With the forecast of dropping temperatures and the possibility of snow in some areas, it is time to think about the safety of our four legged friends. Just as we might wrap up in the cold weather, our dogs need to be ready for the weather change too.
1. Old/young or short haired dogs may benefit from a winter coat. A high visibility coat would be an extra bonus if you walk out in the dark as your dog would be seen ( and one for yourself won’t be a bad idea!)
2. Let your dogs coat grow! This may require a little more grooming on your part but well worth it.
3. Make sure your dog is wearing a collar with an id tag when outside ( The Control of Dogs Order 1992 ) and also make sure it is micro chipped. It is a good idea to regularly check that your details are up to date. As of 6th April 2016 every dog must be micro chipped by the keeper of that dog.
4. After walking, wipe your dogs feet, legs and under its tummy and dry thoroughly. The salt and grit from the roads can be an irritant and cause sore feet. If you have been out in the snow, check between the toes for compacted snow/ice. This can be very painful particularly for long haired dogs.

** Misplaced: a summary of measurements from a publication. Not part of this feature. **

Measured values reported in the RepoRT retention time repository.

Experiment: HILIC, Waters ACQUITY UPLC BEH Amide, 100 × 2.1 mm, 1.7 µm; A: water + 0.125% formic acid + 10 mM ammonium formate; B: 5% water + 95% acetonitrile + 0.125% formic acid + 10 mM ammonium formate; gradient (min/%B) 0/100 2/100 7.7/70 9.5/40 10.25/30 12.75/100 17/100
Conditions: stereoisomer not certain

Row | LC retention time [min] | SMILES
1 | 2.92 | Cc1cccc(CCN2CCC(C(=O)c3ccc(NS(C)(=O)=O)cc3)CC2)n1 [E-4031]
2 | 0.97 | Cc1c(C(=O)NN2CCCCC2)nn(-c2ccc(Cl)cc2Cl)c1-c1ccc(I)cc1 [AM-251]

5. Winter weather often brings fog or reduced visibility. Make sure you are confident that your dog has good recall if it is off the lead as you may lose sight of each other. If you find yourself in snowy weather, keep your dog on a lead. Snow can disorientate and your dog may become lost.
6. Do not let your dog walk on frozen ponds/rivers. The ice may not be as thick as you think. If they do fall in, never be tempted to go in after them. Encourage them to swim back to you. You may need to use something like a branch to try and hook under their collar to get them out. If all else fails, call emergency services.
7. At this time of year antifreeze is a popular product but it is highly poisonous for dogs. Keep it out of reach and remember to clear up any spillages straight away.
8. Never leave your dog in a car in cold weather. Just as temperatures rise in hot weather, so can temperatures drop in cold weather.
9. Some dogs can actually be reluctant to go out in bad weather. Make sure they have plenty of opportunities to go to the loo but don’t force them outside. They do still need exercise but this can be modified for a while. Perhaps provide plenty of toys to play with indoors or even a game of hide and seek with treats.
10. If your dog isn’t getting as much exercise as normal, you may want to think about adjusting their daily food intake.